Martina, BEE, Koraka, P, Osterhaus, ADME. “Dengue virus pathogenesis: an integrated review”. Clin Microbiol Reviews. vol. 22. 2009. pp. 564-81. (Review of pathogenesis that incorporates viral and host factors.)
Whitehorn, J, Simmons, CP. “The pathogenesis of dengue”. Vaccine. vol. 29. 2011. pp. 7221-8. (An up-to-date discussion of recent developments in dengue pathogenesis with reference to vaccine development.)
“Dengue: Guidelines for Diagnosis, Treatment, Prevention and Control”. 2009. (Provides a good overview of diagnostic modalities and their application.)
Poloni, T, Oliveira, AS, Alfonso, HL. “Detection of dengue virus in saliva and urine by real time RT-PCR”. Virology J. vol. 7. 2010. pp. 22(An example of novel diagnostic methods in dengue.)
Copyright © 2017, 2013 Decision Support in Medicine, LLC. All rights reserved.
No sponsor or advertiser has participated in, approved or paid for the content provided by Decision Support in Medicine LLC. The Licensed Content is the property of and copyrighted by DSM.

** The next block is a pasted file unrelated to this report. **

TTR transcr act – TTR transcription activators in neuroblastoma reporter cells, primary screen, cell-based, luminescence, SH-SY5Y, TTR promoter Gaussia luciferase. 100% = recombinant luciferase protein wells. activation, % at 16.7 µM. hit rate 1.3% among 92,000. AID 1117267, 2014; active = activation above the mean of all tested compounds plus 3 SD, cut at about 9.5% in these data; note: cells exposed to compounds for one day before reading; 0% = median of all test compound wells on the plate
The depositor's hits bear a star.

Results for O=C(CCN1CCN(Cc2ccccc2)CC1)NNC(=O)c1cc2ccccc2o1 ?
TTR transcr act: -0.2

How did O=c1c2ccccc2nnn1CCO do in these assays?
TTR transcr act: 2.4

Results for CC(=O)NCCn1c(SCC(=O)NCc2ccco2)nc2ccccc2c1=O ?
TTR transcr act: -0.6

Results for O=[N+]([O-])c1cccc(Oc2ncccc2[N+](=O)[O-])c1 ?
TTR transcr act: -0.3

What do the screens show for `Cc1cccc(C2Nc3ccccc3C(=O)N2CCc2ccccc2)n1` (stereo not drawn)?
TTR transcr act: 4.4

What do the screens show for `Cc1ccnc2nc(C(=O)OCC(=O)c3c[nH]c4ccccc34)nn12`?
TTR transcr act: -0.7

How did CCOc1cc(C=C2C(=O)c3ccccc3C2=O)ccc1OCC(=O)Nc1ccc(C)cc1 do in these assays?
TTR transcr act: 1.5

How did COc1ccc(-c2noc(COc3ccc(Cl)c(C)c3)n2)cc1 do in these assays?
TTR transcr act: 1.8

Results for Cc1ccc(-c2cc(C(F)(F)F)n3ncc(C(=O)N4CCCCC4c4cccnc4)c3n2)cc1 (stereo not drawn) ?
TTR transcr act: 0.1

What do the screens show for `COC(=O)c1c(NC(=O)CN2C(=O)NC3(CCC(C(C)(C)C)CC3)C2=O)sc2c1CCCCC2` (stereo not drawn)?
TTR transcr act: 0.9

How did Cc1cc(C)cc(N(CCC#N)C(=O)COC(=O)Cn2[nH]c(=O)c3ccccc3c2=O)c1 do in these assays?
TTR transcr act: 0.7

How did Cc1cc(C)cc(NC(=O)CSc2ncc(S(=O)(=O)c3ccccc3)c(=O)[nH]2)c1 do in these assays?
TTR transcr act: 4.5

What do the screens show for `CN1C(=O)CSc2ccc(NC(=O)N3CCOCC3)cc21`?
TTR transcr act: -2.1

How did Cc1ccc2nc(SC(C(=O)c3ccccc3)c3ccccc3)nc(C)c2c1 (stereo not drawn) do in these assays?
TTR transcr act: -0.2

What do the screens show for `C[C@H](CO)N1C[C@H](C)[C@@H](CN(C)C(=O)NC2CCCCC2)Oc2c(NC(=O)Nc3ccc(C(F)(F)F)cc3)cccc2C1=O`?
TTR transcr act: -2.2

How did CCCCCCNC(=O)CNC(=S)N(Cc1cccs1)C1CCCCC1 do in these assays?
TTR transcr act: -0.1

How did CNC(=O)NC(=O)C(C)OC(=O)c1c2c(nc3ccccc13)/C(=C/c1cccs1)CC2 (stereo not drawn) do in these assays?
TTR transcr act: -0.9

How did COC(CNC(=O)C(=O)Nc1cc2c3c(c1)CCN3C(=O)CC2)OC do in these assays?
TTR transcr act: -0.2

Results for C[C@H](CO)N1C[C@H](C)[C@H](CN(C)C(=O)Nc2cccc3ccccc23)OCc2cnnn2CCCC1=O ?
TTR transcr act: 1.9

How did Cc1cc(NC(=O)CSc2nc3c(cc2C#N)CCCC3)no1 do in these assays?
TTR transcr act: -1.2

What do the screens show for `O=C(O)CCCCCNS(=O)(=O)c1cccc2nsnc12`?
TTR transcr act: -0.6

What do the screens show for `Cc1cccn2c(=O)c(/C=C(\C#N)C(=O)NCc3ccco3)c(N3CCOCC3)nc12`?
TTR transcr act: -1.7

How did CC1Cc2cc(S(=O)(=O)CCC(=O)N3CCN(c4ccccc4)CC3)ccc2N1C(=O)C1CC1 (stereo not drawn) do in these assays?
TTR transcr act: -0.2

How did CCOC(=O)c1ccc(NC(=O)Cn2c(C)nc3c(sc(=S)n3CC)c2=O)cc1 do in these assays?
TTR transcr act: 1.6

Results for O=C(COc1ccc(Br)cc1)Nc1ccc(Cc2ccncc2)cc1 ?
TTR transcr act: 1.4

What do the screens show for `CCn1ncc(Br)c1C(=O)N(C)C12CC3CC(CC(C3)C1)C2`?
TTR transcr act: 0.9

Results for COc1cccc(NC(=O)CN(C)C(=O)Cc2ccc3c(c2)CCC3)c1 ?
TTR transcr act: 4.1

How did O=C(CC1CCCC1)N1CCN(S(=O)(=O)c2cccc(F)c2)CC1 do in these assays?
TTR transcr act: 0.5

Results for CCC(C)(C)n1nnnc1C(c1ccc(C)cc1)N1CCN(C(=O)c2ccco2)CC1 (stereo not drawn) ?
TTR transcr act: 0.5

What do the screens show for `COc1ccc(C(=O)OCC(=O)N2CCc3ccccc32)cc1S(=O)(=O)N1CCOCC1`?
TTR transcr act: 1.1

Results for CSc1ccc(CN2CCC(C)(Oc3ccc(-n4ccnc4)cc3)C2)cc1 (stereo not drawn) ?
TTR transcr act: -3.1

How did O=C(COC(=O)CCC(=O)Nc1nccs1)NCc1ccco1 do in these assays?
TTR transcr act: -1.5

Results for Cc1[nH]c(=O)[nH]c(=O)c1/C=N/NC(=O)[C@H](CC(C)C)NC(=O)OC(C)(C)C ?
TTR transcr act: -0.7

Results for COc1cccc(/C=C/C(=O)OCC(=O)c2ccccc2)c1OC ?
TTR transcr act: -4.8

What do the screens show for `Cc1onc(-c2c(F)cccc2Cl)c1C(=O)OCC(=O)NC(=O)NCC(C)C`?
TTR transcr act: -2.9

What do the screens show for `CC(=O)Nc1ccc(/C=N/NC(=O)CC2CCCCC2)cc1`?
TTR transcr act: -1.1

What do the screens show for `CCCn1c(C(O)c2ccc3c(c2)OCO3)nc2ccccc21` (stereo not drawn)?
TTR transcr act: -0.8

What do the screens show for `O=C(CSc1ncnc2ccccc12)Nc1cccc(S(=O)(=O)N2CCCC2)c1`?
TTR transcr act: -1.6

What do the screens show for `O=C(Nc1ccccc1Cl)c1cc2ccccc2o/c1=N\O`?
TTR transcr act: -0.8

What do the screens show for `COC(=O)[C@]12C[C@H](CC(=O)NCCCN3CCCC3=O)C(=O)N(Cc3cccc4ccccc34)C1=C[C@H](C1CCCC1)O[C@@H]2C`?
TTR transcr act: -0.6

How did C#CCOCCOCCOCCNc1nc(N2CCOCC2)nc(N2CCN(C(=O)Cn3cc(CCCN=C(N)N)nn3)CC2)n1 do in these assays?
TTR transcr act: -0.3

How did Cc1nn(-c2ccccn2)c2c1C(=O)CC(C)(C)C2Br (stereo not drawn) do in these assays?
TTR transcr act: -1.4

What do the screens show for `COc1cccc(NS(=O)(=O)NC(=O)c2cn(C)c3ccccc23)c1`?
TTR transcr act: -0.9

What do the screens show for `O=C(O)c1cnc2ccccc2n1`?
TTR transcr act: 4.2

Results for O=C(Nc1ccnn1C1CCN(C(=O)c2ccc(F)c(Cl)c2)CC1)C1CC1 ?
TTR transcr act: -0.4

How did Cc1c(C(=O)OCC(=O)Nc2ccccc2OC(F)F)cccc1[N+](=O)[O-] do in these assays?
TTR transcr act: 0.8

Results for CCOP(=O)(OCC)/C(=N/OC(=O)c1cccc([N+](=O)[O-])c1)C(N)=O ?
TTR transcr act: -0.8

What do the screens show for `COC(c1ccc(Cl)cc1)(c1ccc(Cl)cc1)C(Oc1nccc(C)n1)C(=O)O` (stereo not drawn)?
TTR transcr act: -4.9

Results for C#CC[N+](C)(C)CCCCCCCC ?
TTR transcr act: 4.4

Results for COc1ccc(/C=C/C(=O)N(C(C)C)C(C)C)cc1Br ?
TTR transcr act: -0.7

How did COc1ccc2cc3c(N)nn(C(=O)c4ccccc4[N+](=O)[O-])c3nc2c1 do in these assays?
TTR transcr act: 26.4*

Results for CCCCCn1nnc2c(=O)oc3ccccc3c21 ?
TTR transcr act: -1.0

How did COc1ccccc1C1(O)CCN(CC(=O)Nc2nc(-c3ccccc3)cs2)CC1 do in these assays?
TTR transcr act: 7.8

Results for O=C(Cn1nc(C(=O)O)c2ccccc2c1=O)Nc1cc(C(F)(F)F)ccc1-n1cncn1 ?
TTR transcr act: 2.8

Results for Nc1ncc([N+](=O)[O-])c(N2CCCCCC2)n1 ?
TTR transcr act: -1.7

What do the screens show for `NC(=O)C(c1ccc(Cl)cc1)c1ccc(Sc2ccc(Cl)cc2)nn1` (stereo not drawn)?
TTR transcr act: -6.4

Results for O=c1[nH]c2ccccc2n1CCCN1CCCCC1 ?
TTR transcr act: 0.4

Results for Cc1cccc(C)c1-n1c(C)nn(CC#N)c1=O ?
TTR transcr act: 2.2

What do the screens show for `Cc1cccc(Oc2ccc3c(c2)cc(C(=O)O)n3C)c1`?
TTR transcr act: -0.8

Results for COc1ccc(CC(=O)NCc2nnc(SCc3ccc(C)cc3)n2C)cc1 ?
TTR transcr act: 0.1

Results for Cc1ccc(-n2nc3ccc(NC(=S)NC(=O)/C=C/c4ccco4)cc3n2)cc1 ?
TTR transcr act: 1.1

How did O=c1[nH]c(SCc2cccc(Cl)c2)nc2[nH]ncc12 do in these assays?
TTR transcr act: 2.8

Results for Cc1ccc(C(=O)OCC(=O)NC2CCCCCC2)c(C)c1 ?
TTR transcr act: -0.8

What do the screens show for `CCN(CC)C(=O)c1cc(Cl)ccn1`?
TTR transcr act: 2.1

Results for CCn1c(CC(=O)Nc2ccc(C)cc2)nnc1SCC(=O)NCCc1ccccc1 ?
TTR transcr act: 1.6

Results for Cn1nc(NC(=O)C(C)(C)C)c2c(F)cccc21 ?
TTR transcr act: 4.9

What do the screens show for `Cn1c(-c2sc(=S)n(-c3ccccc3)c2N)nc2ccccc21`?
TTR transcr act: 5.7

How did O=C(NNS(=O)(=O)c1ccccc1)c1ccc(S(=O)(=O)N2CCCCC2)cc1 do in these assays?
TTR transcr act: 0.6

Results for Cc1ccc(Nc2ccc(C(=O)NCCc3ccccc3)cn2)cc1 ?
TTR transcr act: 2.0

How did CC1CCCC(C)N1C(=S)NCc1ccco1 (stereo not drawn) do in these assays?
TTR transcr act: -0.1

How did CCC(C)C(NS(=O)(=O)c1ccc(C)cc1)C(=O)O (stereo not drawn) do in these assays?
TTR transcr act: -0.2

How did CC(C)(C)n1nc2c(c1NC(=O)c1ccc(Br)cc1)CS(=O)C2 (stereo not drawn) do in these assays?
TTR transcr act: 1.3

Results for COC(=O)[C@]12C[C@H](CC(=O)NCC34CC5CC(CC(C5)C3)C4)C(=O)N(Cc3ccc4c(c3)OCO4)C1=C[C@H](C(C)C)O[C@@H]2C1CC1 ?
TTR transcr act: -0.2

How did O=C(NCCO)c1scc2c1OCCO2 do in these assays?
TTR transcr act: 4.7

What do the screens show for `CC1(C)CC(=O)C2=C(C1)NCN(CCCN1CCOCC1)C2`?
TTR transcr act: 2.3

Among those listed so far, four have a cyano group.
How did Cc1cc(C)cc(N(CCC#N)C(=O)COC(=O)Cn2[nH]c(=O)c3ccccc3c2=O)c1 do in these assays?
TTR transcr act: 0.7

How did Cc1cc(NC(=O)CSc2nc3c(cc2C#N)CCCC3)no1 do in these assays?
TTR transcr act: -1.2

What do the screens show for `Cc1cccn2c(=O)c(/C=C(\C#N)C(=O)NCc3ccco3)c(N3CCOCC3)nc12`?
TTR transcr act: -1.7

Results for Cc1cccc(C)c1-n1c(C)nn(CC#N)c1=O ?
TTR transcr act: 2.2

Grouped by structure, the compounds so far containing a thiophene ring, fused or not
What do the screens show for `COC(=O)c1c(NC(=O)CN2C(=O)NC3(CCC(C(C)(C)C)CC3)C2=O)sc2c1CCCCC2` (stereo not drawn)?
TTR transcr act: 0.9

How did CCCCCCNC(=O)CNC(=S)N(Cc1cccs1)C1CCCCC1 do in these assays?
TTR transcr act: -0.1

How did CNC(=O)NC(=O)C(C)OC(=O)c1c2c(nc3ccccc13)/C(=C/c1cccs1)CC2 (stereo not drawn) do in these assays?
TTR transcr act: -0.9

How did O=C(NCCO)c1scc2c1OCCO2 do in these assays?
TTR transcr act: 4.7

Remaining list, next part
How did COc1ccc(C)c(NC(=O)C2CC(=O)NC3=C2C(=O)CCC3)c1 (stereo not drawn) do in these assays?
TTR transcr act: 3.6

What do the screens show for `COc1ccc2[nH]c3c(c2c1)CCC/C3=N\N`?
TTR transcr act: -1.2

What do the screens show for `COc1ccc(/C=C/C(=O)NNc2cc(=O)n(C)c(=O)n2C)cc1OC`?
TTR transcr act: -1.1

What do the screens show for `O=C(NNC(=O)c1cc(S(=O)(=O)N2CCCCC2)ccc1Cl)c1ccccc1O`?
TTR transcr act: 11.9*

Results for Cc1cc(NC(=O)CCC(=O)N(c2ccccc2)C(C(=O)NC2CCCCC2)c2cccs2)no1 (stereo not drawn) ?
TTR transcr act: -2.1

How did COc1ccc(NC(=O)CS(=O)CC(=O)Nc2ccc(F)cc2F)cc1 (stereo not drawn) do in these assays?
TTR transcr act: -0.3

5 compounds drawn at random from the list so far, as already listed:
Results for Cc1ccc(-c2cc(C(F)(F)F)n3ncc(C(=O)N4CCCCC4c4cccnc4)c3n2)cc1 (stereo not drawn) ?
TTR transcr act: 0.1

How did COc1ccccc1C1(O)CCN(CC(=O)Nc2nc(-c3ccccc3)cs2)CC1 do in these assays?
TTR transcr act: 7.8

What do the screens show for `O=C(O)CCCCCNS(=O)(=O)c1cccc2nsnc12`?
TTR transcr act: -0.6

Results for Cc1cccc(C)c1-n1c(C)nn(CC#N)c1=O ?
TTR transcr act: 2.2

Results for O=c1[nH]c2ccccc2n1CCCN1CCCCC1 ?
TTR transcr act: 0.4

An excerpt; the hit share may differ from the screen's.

- OVERVIEW: What every practitioner needs to know
- Are you sure your patient has dengue? What should you expect to find?
- How did the patient develop dengue? What was the primary source from which the infection spread?
- Which individuals are of greater risk of developing dengue?
- Beware: there are other diseases that can mimic dengue:
- What laboratory studies should you order and what should you expect to find?
- What imaging studies will be helpful in making or excluding the diagnosis of dengue?
- What consult service or services would be helpful for making the diagnosis and assisting with treatment?
- If I am not sure what pathogen is causing the infection what anti-infective should I order?
- What complications could arise as a consequence of dengue?
- What should you tell the family about the patient's prognosis?
- How do you contract dengue and how frequent is this disease?
- What pathogens are responsible for this disease?
- How do these pathogens cause dengue?
- What other clinical manifestations may help me to diagnose and manage dengue?
- What other additional laboratory findings may be ordered?
- How can dengue fever be prevented?